THIS OPINION HAS NO PRECEDENTIAL VALUE. IT SHOULD NOT BE CITED OR RELIED ON AS PRECEDENT IN ANY PROCEEDING EXCEPT AS PROVIDED BY RULE 268(d)(2), SCACR.
THE STATE OF SOUTH CAROLINA
In The Supreme Court
Ann G. Duncan, as Personal Representative of the Estate of Frankie Galloway, deceased, and Cleo Galloway, Respondents,
Samuel D. Little, personally and as Personal Representative of the Estate of Joseph A. Galloway, a/k/a Avery Galloway, deceased; Betty Joy L. Iannazzone, personally and as Personal Representative of the estate of Joseph A. Galloway, deceased; the Estate of Joseph A. Galloway, a/k/a Avery Galloway, deceased; and SunTrust Banks, Inc., formerly Central Carolina Bank, a/k/a CCB, Defendants,
Of whom Samuel D. Little, personally and as Personal Representative of the Estate of Joseph A. Galloway, a/k/a Avery Galloway, deceased, is Appellant.
Appeal From Pickens County
Charles B. Simmons, Jr., Special Referee
Memorandum Opinion No. 2009-MO-040
Heard April 7, 2009 – Filed July 20, 2009
Dallas Ball, of Pickens and Sally Calhoun, of Beaufort, for Appellant.
Larry Brandt, of Walhalla, for Respondents.
PER CURIAM: This is an appeal from a Special Referee’s finding of a constructive trust. Appellant Samuel D. Little (“Little”) appeals. We affirm.
The facts, as we borrow heavily from Little’s brief, are as follows. In early June 2003, Frankey Galloway, aging and paraplegic, was admitted into a nursing home while being treated for an illness. Frankey, who had stored away his life savings in cash at various locations in his home, feared its safety in his absence and asked his brother Cleo to collect the money and store it in a safe deposit box. Cleo went to Frankey’s house, found the cash in the locations Frankey described, and took it home where he counted it in the presence of his wife and daughter. Cleo tallied two hundred fifty-three thousand, eight hundred and forty-three dollars ($253,843.00), and reported this sum to Frankey, who confirmed that figure matched his expectation of the value of the stored cash. Cleo placed the cash in a safe deposit box at a Wachovia Bank branch in Pickens, South Carolina. Shortly thereafter, the money was removed and placed in two safe deposit boxes at Central Carolina Bank (“CCB,” now known as Sun Trust Bank).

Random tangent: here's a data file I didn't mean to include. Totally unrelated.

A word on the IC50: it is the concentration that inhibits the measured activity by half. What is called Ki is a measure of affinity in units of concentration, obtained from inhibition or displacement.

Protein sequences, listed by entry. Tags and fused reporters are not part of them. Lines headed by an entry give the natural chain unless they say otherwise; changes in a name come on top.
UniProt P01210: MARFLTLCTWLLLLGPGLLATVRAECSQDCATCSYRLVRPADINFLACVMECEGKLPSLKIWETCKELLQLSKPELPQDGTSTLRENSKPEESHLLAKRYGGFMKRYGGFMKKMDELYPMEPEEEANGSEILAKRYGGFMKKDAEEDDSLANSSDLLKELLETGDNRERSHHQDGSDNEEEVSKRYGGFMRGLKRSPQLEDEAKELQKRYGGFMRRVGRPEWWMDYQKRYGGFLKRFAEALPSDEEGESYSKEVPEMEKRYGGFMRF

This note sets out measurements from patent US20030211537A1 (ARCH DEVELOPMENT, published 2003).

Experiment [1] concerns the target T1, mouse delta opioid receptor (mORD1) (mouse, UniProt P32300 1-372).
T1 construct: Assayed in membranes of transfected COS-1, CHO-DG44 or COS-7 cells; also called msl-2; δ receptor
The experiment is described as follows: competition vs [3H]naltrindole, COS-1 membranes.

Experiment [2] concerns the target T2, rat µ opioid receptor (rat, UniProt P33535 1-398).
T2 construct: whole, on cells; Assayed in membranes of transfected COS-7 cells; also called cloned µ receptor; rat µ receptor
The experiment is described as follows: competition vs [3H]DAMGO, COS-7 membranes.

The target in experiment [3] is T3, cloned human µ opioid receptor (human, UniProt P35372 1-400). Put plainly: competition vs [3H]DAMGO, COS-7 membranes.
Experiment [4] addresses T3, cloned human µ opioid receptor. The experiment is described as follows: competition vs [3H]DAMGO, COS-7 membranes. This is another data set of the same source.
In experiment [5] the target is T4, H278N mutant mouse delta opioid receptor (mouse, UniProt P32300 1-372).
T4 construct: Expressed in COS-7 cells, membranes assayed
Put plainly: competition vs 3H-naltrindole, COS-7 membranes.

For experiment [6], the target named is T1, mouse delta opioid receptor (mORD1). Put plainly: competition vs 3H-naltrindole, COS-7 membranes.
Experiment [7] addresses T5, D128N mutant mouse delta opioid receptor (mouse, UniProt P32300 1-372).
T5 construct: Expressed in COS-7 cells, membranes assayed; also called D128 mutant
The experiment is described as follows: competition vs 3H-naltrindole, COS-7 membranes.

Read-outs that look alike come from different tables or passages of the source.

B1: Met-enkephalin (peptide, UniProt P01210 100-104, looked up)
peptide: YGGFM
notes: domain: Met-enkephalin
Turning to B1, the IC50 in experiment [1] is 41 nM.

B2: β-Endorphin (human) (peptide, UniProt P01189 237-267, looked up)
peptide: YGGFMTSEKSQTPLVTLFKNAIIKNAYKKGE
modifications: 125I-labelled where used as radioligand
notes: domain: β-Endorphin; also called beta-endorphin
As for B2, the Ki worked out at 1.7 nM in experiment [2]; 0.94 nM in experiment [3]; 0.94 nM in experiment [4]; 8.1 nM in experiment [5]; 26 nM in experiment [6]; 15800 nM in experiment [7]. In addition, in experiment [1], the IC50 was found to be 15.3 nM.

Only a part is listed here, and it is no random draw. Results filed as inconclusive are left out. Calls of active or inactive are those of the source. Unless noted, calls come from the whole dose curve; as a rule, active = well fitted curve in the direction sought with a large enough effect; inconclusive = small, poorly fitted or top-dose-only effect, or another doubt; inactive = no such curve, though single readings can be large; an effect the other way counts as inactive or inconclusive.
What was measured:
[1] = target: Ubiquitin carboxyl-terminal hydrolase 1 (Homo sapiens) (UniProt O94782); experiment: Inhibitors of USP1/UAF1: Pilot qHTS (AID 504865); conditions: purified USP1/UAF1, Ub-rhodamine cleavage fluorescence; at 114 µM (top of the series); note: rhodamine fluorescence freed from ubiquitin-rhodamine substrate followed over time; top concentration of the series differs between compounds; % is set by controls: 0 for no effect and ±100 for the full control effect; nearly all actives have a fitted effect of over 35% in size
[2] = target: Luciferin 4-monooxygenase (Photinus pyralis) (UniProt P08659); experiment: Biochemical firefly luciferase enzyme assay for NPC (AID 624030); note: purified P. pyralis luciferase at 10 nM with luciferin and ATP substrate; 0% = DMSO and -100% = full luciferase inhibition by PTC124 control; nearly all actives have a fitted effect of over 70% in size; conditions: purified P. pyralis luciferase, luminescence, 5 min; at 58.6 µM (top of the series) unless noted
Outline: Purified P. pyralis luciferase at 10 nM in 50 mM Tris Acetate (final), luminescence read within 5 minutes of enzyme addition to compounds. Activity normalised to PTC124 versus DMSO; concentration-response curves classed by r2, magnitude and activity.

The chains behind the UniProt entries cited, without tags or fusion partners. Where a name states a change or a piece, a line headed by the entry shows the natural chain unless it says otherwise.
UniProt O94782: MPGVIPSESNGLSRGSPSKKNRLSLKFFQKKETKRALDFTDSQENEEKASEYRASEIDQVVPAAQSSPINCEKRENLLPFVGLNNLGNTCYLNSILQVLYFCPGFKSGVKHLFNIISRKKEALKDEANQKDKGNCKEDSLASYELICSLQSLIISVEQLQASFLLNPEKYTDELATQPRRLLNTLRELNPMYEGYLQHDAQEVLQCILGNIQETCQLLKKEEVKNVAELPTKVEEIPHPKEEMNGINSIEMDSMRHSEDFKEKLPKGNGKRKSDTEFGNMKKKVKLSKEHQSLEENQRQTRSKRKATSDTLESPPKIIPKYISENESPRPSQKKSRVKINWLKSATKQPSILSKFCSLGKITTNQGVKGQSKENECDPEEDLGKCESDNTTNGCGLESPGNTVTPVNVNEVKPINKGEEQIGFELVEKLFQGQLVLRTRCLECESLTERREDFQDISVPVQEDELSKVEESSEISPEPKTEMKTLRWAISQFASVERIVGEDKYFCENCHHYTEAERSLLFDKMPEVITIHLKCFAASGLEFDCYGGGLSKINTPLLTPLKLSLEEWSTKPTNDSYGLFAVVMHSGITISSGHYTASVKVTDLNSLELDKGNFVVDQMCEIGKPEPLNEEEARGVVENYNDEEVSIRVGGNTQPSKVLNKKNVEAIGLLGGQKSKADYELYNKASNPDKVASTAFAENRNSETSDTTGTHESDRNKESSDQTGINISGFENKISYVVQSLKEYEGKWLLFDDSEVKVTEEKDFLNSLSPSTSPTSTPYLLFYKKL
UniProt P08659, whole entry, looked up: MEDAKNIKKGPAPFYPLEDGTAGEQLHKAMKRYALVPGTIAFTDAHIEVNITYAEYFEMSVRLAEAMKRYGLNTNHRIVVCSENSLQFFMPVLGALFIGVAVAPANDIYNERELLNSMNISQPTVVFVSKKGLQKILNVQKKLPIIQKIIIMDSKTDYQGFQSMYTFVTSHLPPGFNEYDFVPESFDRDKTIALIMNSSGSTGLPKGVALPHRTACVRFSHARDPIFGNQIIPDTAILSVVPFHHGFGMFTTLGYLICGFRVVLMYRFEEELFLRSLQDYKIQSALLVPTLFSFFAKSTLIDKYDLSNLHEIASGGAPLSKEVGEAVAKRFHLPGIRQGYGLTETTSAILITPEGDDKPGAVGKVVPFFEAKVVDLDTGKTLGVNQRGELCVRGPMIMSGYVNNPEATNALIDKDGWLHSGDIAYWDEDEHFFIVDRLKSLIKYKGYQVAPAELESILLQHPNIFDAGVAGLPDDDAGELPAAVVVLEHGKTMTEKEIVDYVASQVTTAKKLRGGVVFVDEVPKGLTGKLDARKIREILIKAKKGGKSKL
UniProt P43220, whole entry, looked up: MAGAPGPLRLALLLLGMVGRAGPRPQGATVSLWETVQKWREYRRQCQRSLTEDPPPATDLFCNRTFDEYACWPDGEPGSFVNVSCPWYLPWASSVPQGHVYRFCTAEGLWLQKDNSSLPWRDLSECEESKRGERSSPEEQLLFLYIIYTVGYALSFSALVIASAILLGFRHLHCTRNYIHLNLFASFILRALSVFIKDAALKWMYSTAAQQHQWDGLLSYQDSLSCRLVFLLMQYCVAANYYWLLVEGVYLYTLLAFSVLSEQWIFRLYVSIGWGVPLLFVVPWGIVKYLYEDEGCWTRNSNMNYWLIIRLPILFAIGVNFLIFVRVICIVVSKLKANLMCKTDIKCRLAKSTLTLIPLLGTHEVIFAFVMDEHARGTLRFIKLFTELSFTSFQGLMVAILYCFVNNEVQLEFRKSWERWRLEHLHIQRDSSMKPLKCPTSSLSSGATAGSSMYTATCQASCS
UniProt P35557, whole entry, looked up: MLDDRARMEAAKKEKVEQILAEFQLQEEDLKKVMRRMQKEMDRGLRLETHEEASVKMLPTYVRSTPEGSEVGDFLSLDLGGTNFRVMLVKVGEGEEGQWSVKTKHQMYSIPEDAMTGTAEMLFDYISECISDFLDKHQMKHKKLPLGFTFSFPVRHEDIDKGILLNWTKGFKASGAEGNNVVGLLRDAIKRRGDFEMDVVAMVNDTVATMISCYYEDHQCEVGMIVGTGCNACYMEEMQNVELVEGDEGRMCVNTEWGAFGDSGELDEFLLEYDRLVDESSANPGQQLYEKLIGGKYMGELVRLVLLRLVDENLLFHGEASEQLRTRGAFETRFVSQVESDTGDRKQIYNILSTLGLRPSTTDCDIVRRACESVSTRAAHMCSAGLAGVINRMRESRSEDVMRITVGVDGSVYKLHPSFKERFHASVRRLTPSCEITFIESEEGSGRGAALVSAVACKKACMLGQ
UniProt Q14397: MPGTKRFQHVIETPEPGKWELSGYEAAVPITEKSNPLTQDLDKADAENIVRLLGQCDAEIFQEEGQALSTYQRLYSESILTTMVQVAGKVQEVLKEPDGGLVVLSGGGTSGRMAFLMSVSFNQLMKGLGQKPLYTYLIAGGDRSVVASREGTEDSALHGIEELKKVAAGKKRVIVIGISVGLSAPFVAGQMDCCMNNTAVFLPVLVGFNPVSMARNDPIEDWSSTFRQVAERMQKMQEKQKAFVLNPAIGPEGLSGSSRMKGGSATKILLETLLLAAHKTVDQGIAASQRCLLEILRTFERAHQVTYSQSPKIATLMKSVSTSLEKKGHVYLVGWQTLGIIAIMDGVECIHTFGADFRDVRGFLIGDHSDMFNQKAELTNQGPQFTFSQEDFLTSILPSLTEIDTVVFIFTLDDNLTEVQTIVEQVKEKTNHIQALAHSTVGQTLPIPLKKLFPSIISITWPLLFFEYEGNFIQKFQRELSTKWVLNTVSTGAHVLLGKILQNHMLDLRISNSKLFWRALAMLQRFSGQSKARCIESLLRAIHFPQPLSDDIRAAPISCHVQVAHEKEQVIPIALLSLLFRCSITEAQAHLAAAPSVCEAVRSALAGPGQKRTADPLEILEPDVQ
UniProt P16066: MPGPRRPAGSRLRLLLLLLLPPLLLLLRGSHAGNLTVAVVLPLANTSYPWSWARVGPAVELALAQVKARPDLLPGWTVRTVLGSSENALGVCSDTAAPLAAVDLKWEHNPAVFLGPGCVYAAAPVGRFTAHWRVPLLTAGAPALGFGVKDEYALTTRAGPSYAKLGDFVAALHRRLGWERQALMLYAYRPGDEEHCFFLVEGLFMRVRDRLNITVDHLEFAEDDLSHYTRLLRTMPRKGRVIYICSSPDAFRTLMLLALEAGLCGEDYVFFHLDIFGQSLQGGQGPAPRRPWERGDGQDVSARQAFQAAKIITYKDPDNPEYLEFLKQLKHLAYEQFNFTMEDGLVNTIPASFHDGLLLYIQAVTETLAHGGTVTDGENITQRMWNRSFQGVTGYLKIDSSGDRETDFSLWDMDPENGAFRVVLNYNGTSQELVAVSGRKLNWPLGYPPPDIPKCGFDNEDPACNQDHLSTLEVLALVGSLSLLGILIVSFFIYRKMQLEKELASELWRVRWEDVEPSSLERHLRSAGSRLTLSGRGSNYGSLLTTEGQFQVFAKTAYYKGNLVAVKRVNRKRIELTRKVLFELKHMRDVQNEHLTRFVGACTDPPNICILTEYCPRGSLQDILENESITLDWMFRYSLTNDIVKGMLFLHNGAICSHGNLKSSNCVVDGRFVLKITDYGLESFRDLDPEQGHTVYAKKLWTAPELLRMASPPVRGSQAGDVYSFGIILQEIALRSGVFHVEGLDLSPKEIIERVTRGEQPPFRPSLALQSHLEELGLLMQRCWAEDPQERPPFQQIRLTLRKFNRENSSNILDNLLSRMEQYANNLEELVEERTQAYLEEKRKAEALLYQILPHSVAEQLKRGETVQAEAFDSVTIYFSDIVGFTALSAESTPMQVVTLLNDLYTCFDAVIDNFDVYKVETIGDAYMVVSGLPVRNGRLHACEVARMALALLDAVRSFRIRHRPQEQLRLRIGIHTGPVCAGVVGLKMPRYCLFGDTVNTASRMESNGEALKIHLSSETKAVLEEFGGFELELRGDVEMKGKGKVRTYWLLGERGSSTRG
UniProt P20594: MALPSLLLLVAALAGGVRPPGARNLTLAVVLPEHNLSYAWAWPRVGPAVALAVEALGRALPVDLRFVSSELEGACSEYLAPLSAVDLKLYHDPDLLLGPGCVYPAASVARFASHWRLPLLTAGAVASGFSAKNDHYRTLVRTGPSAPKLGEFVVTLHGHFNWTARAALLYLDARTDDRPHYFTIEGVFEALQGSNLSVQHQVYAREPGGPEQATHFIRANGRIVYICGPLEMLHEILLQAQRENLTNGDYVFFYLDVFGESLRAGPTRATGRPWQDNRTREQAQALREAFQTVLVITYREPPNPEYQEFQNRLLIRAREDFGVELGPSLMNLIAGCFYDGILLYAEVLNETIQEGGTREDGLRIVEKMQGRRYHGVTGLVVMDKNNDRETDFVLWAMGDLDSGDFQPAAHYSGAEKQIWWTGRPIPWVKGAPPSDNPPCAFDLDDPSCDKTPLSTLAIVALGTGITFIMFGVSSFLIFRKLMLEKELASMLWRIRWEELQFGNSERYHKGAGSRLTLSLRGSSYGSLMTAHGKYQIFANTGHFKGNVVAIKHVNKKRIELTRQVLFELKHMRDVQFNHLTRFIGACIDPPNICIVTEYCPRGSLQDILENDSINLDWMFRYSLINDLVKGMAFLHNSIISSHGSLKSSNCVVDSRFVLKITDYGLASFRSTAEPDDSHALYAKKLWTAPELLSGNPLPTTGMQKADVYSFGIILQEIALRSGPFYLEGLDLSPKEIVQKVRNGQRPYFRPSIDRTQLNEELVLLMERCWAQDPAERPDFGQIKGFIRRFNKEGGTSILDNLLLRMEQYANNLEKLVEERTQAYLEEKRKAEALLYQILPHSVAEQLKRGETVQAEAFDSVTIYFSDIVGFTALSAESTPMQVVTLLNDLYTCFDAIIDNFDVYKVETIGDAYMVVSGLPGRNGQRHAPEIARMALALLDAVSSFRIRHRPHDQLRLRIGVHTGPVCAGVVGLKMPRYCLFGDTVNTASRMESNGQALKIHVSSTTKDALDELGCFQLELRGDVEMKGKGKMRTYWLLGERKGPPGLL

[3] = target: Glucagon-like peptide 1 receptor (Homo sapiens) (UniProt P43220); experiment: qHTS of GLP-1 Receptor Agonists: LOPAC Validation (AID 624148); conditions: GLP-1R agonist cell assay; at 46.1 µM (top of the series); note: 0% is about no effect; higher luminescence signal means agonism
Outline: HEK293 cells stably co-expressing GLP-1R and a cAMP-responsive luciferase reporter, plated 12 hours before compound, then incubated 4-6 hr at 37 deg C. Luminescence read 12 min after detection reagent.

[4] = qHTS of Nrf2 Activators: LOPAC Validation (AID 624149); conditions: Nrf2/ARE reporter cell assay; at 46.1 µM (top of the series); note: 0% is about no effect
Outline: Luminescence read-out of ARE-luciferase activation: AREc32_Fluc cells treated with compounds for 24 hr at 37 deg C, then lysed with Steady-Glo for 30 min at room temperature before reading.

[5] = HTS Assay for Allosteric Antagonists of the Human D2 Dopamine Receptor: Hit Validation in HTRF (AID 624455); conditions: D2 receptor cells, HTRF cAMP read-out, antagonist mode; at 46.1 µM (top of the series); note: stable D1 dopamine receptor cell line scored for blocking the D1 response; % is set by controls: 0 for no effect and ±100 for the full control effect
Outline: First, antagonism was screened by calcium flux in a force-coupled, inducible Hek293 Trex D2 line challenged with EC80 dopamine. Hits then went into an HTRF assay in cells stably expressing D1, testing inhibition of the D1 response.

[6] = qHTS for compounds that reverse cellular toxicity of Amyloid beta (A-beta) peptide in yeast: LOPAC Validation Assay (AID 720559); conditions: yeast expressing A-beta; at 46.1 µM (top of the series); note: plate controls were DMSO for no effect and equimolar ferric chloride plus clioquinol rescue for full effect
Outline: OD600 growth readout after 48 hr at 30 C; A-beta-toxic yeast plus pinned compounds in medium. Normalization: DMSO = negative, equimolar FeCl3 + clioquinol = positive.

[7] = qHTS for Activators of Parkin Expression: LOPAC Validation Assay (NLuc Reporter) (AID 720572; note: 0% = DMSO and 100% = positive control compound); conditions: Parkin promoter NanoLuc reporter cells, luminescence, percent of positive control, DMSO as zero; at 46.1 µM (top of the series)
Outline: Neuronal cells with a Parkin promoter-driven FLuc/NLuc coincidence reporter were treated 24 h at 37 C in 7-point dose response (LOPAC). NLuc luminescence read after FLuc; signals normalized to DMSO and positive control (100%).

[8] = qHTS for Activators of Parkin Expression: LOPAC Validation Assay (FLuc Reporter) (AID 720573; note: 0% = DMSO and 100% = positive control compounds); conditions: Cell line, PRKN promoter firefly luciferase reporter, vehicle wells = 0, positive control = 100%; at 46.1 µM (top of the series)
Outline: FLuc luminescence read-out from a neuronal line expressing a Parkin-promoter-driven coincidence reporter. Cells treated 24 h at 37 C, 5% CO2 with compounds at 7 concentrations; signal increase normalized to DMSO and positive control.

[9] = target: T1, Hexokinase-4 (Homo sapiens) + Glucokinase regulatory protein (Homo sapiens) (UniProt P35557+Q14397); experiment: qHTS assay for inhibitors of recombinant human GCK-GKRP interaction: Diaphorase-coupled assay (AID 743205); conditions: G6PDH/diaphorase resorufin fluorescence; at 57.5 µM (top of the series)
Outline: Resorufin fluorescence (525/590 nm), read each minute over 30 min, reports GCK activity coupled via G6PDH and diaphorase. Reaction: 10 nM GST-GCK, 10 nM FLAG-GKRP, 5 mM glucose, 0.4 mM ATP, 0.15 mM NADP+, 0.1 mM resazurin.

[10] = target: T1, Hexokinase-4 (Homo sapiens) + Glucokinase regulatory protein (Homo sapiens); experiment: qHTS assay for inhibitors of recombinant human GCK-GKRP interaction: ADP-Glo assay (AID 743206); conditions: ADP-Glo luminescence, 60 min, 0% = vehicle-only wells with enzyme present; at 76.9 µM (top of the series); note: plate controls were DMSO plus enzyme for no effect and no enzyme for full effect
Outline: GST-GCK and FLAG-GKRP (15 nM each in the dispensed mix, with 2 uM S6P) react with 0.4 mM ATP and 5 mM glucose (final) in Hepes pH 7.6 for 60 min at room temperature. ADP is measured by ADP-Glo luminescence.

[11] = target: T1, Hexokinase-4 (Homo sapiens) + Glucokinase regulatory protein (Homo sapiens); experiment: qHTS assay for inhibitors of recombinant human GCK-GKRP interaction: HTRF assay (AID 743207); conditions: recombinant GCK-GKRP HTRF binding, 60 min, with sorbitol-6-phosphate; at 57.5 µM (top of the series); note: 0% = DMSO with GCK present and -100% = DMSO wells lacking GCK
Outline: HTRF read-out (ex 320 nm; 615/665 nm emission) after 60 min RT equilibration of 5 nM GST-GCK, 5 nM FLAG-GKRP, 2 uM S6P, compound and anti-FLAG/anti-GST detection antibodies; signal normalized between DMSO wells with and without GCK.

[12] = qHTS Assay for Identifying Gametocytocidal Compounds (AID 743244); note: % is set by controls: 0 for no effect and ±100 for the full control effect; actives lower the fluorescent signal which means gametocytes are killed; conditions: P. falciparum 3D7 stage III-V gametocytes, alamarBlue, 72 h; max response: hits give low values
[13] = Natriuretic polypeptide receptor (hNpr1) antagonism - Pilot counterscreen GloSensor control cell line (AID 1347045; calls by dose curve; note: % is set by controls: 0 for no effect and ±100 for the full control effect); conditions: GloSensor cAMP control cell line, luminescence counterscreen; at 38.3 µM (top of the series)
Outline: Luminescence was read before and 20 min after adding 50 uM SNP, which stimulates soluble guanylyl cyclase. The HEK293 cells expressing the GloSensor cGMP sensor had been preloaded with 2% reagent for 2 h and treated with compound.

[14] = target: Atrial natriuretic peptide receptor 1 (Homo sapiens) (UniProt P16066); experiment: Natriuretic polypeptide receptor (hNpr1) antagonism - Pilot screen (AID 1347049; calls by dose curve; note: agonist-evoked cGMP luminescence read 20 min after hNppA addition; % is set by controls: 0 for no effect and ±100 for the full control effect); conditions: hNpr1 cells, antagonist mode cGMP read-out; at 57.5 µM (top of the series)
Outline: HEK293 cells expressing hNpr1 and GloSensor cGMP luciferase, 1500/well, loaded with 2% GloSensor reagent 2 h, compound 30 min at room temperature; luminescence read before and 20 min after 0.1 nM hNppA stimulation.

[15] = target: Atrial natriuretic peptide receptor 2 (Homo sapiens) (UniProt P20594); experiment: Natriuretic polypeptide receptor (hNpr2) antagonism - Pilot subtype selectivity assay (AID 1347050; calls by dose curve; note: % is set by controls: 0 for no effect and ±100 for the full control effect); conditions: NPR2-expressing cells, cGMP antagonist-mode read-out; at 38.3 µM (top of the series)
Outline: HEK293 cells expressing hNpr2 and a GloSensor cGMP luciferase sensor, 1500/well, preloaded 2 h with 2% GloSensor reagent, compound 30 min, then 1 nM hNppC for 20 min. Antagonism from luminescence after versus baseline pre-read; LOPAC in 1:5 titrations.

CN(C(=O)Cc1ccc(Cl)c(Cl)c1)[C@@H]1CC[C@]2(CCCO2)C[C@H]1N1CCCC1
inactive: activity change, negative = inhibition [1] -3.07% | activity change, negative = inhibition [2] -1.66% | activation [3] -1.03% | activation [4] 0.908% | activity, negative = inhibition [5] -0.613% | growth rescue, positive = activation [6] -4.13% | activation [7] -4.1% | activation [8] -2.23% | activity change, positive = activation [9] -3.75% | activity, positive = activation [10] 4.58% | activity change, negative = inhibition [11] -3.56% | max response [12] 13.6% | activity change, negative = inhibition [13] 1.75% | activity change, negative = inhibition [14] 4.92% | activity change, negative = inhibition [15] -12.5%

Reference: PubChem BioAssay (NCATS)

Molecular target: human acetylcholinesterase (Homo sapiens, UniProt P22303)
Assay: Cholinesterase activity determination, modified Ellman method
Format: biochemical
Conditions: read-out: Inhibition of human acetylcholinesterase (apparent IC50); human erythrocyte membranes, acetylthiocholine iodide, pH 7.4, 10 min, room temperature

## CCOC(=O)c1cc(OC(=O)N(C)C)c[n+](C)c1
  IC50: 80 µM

In August 2004, Frankey was released from the nursing home and Cleo and another brother, Avery, gave him four keys to the safe deposit boxes. Cleo and Avery were listed on the lease agreement as co-lessees.
On November 24, 2004, Avery passed away. In accordance with Avery’s will, his stepson Little and stepdaughter Betty Joy Innazzone (“Joy”) were appointed personal representatives of his estate. Within a week of Avery’s passing, Sammy and Joy went to CCB to ask if Avery had any accounts at the bank. On December 4, 2004, the boxes were drilled open in the presence of Sammy and Joy. Sammy and Joy left the bank with the cash from both boxes, in the amount of two hundred and twenty nine thousand, seven hundred and ninety-six dollars ($229,796.00).
The primary issue on appeal is whether the Special Referee erred in finding a constructive trust because he failed to exclude certain testimony pursuant to the Dead Man’s Statute, S.C. Code Ann. § 19-11-20 (2008). We have reviewed the record on appeal, and find overwhelming evidence to support the Special Referee’s finding that a constructive trust was established for the benefit of Frankey Galloway. We therefore affirm the decision of the Special Referee.
ACTING CHIEF JUSTICE, PLEICONES, BEATTY, KITTREDGE, JJ., and Acting Justice
James E. Moore, concur.
 Joy is now deceased and not a party to the present appeal.